New flood insurance policies aren’t currently available because Congress failed to reauthorize the National Flood Insurance Program — generally the only source of the insurance for consumers — before it went on recess last month. While Congress is expected to pass some kind of extension soon, those looking to buy homes in areas at high risk of flood may still be wondering whether they’ll be able to get a mortgage in the meantime if flood insurance is a requirement. This month, Fannie Mae, which provides financing to the mortgage market by buying the loans from lenders, sent this letter to lenders it works with. In the letter, Fannie Mae said, “to help ensure the continued availability of mortgage financing to borrowers seeking to purchase properties located in Special Flood Hazard Areas,” it would buy loans secured by properties in those areas, even if there was no active flood insurance policy as long as certain conditions were met.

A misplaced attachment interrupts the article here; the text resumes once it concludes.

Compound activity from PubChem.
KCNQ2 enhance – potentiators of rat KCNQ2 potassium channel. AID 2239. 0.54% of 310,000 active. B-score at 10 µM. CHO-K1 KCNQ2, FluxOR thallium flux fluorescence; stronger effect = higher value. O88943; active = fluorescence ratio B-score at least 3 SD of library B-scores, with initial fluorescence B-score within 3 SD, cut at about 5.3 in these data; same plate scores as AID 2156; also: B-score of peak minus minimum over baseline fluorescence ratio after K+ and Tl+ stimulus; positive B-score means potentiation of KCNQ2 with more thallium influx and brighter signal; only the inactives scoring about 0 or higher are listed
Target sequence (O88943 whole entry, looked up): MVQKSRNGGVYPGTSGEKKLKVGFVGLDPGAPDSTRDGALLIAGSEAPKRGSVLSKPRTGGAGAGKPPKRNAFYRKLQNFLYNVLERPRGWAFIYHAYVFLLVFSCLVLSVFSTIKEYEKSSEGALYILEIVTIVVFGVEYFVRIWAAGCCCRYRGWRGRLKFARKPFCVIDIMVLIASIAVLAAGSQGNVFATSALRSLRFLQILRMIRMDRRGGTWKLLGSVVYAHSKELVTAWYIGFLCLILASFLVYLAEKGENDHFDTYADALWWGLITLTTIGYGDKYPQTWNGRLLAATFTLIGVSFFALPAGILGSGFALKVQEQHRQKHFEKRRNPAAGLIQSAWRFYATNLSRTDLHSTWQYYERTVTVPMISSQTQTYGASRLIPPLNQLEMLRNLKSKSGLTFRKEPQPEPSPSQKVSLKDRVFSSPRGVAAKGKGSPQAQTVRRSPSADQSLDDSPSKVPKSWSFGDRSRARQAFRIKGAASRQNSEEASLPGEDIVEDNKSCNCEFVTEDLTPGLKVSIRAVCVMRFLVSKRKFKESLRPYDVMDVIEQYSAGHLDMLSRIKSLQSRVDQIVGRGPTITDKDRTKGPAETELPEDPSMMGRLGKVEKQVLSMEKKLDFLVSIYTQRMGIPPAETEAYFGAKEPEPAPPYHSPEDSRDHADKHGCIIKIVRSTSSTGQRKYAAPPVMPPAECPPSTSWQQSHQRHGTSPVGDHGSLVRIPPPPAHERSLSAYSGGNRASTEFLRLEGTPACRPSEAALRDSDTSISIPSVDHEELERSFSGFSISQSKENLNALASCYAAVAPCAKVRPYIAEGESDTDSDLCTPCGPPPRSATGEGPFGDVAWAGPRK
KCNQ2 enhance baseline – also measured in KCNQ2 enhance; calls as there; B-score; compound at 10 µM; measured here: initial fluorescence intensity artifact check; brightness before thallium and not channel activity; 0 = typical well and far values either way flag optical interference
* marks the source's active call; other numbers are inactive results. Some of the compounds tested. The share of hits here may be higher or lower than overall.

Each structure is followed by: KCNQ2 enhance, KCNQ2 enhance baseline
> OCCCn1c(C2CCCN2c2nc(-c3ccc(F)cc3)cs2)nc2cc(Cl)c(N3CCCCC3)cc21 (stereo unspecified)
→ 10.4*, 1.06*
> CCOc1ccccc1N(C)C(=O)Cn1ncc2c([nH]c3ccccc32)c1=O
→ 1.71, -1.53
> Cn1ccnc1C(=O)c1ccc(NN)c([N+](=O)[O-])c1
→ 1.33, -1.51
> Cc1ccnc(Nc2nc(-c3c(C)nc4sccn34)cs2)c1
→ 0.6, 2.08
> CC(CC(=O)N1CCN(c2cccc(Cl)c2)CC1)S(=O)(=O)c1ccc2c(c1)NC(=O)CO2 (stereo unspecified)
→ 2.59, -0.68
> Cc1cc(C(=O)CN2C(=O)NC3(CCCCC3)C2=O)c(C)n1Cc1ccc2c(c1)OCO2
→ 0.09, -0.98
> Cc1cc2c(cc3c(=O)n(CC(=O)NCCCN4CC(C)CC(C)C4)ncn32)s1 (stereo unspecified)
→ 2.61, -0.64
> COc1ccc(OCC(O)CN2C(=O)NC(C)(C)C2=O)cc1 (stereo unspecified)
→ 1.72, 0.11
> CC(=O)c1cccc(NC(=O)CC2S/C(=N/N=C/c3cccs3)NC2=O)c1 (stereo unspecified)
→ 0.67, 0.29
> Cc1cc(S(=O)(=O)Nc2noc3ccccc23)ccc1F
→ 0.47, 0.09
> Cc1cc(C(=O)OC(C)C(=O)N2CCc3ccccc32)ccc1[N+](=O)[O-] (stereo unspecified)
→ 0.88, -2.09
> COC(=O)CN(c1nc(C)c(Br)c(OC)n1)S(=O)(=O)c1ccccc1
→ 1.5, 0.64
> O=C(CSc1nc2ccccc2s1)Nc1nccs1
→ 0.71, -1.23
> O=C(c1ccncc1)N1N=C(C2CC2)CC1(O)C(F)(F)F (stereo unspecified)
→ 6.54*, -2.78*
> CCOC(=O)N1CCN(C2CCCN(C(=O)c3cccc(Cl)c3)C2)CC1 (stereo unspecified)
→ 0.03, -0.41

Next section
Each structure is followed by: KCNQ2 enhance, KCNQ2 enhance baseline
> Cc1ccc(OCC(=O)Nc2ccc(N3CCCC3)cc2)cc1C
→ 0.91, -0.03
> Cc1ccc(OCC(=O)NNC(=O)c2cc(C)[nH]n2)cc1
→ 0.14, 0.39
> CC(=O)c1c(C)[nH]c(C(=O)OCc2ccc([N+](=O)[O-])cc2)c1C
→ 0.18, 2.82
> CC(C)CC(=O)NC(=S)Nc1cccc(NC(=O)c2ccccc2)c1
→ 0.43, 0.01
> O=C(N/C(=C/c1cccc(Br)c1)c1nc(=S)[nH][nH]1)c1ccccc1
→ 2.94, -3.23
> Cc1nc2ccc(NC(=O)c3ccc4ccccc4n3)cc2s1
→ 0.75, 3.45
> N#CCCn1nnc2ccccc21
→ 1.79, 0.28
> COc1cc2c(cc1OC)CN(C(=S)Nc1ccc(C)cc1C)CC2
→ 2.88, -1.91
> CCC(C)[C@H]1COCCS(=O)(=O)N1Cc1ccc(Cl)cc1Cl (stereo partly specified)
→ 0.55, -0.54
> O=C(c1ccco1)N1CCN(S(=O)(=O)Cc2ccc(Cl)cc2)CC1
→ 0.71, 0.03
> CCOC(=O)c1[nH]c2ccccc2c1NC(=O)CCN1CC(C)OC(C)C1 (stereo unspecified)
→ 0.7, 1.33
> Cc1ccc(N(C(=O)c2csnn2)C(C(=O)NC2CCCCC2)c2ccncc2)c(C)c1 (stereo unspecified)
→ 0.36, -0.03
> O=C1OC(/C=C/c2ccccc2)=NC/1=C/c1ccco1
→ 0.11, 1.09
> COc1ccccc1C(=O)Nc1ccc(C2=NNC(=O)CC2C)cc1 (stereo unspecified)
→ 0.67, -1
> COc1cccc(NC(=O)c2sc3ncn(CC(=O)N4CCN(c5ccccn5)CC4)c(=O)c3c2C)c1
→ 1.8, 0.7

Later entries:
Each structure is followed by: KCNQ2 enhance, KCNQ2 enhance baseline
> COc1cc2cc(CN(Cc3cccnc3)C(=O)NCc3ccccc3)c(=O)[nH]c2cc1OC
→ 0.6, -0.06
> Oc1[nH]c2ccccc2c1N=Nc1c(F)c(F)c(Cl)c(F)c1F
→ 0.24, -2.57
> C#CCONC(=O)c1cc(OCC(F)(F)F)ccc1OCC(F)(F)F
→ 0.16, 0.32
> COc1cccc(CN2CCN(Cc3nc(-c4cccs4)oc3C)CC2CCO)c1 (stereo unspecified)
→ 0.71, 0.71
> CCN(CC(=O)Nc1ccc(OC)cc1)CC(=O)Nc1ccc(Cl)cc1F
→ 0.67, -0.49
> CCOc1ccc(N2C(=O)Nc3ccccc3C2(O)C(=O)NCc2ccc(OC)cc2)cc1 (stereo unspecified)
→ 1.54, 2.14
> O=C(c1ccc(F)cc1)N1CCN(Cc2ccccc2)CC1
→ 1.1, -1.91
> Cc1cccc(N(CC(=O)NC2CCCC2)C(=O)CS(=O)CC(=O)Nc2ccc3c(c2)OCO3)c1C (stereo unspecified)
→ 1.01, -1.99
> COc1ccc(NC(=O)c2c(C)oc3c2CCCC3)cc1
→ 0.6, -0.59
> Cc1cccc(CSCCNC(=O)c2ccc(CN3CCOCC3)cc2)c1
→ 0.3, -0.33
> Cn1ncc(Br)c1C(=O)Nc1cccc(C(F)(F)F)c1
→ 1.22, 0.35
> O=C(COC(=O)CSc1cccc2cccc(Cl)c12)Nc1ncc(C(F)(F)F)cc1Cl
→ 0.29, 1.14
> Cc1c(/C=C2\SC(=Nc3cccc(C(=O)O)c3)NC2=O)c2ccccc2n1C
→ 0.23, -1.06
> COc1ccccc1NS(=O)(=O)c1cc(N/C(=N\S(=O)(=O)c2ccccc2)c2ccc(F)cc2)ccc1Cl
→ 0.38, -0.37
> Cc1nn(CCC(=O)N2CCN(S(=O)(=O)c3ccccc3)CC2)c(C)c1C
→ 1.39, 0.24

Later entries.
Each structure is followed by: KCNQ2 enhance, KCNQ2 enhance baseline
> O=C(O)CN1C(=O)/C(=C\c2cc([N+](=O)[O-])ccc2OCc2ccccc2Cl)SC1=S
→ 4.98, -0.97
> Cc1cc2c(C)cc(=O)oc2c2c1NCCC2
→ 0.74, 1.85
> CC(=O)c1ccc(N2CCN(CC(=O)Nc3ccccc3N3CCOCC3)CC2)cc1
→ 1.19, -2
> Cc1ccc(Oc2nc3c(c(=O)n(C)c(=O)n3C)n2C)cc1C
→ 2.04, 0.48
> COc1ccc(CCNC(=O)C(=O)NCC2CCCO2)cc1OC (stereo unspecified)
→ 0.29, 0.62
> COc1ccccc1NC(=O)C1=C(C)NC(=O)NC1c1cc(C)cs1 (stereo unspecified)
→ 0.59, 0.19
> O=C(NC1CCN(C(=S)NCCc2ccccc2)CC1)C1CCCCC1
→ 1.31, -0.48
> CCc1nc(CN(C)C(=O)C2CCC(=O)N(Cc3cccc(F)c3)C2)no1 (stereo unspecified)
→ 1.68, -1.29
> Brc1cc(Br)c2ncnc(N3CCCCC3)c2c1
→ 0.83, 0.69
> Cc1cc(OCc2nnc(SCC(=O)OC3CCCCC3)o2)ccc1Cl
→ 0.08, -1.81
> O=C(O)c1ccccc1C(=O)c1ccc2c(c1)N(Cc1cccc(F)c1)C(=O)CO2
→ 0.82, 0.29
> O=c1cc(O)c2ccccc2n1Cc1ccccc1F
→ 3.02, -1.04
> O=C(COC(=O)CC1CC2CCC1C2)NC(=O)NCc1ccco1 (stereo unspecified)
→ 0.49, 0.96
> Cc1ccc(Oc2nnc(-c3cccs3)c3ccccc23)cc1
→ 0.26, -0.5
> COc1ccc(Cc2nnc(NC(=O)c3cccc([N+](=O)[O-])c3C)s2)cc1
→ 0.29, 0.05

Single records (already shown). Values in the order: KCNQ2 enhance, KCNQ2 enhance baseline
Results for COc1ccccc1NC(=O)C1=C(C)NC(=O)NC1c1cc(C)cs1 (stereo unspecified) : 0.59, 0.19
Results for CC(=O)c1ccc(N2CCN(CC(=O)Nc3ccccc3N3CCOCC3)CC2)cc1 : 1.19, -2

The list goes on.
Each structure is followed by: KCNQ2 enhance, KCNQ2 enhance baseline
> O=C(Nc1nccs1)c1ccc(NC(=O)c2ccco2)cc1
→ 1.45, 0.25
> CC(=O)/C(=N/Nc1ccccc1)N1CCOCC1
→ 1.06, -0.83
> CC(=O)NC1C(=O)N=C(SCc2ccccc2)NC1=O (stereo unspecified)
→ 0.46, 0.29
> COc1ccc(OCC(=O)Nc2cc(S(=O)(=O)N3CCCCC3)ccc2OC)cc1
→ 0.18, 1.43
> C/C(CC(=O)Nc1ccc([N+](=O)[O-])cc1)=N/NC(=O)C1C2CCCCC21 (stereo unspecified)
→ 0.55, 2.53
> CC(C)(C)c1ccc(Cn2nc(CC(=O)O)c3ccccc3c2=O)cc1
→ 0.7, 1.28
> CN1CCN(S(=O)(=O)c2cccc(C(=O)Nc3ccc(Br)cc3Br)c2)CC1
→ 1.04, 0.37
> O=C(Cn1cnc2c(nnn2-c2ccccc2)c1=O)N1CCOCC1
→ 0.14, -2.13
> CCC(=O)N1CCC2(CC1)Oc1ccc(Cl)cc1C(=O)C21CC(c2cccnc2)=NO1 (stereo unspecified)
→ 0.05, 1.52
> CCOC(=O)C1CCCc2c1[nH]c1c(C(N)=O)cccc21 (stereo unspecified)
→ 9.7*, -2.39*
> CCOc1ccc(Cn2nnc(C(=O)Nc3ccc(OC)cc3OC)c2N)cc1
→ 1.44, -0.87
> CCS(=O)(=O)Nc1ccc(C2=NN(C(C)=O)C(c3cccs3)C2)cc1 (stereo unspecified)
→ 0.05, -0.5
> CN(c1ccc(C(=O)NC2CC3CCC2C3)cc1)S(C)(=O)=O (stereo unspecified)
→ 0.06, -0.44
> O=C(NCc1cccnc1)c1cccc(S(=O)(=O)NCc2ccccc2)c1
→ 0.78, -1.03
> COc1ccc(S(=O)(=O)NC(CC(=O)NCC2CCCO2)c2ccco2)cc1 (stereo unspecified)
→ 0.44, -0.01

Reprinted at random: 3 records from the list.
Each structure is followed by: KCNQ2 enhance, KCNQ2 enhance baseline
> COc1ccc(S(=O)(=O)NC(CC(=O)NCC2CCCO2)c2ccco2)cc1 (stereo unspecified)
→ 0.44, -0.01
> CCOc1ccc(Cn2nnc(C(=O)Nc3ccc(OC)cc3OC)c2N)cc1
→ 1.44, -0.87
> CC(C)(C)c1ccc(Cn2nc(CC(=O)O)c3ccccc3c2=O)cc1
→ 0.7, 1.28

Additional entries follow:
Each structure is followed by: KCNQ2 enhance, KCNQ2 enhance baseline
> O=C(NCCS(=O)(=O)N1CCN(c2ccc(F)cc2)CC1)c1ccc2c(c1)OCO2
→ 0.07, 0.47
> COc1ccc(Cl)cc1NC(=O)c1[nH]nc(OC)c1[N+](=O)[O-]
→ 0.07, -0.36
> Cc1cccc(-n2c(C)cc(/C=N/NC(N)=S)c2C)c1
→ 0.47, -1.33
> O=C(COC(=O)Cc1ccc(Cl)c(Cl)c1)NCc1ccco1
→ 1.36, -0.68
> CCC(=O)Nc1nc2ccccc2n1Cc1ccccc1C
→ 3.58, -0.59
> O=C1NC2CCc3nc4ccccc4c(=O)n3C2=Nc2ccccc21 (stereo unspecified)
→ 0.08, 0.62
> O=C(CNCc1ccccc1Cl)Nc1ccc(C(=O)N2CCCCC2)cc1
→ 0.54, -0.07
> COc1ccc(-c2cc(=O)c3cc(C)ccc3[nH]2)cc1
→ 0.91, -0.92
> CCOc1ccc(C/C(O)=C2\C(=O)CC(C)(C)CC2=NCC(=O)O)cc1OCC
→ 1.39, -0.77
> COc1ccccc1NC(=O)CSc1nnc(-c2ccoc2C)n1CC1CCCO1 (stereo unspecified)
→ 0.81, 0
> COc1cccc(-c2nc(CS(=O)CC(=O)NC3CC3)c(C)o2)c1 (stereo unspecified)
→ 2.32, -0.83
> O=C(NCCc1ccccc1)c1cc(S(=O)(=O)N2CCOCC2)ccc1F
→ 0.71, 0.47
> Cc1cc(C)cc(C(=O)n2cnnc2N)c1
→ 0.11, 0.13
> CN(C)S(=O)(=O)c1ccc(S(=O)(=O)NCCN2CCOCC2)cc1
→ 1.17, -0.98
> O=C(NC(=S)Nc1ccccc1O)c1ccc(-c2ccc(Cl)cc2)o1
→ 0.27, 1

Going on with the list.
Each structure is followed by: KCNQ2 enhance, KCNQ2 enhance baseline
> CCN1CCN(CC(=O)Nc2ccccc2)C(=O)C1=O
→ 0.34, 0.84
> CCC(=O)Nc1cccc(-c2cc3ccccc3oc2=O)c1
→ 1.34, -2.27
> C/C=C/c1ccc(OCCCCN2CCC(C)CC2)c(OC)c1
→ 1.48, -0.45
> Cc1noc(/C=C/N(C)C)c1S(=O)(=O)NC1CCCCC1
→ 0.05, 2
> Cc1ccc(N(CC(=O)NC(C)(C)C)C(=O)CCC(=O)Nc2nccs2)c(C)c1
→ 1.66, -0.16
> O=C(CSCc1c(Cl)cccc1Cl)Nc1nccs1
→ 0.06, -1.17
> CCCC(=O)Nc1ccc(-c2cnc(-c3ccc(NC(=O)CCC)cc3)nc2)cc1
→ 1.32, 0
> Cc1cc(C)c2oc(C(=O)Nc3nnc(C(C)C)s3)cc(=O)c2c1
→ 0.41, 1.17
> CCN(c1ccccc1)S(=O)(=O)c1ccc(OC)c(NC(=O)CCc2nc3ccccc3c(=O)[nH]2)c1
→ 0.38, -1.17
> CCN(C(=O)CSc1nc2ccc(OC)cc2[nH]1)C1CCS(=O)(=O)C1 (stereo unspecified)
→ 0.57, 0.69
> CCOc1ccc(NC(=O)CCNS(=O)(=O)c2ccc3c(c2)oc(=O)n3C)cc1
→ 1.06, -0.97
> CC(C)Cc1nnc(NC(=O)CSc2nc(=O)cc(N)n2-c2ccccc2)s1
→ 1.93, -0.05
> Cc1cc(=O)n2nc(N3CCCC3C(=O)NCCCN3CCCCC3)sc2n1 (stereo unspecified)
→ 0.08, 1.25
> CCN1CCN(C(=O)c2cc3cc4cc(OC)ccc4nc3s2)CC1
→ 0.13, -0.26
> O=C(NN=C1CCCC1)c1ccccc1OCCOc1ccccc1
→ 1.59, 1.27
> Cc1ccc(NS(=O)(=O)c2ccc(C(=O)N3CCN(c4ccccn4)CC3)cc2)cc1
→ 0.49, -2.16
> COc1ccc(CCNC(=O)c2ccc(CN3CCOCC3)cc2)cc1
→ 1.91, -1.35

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In early April, HousingWire Columnist Logan Mohtashami wrote about five indicators that would show when “America is back.” Now, he’s checking in on each data point to see where the U.S. housing market stands.
Engaging with the data, even soft data like surveys of opinion gives us reliable hints into what to expect in specific segments of the economy and what parts are going to recover faster.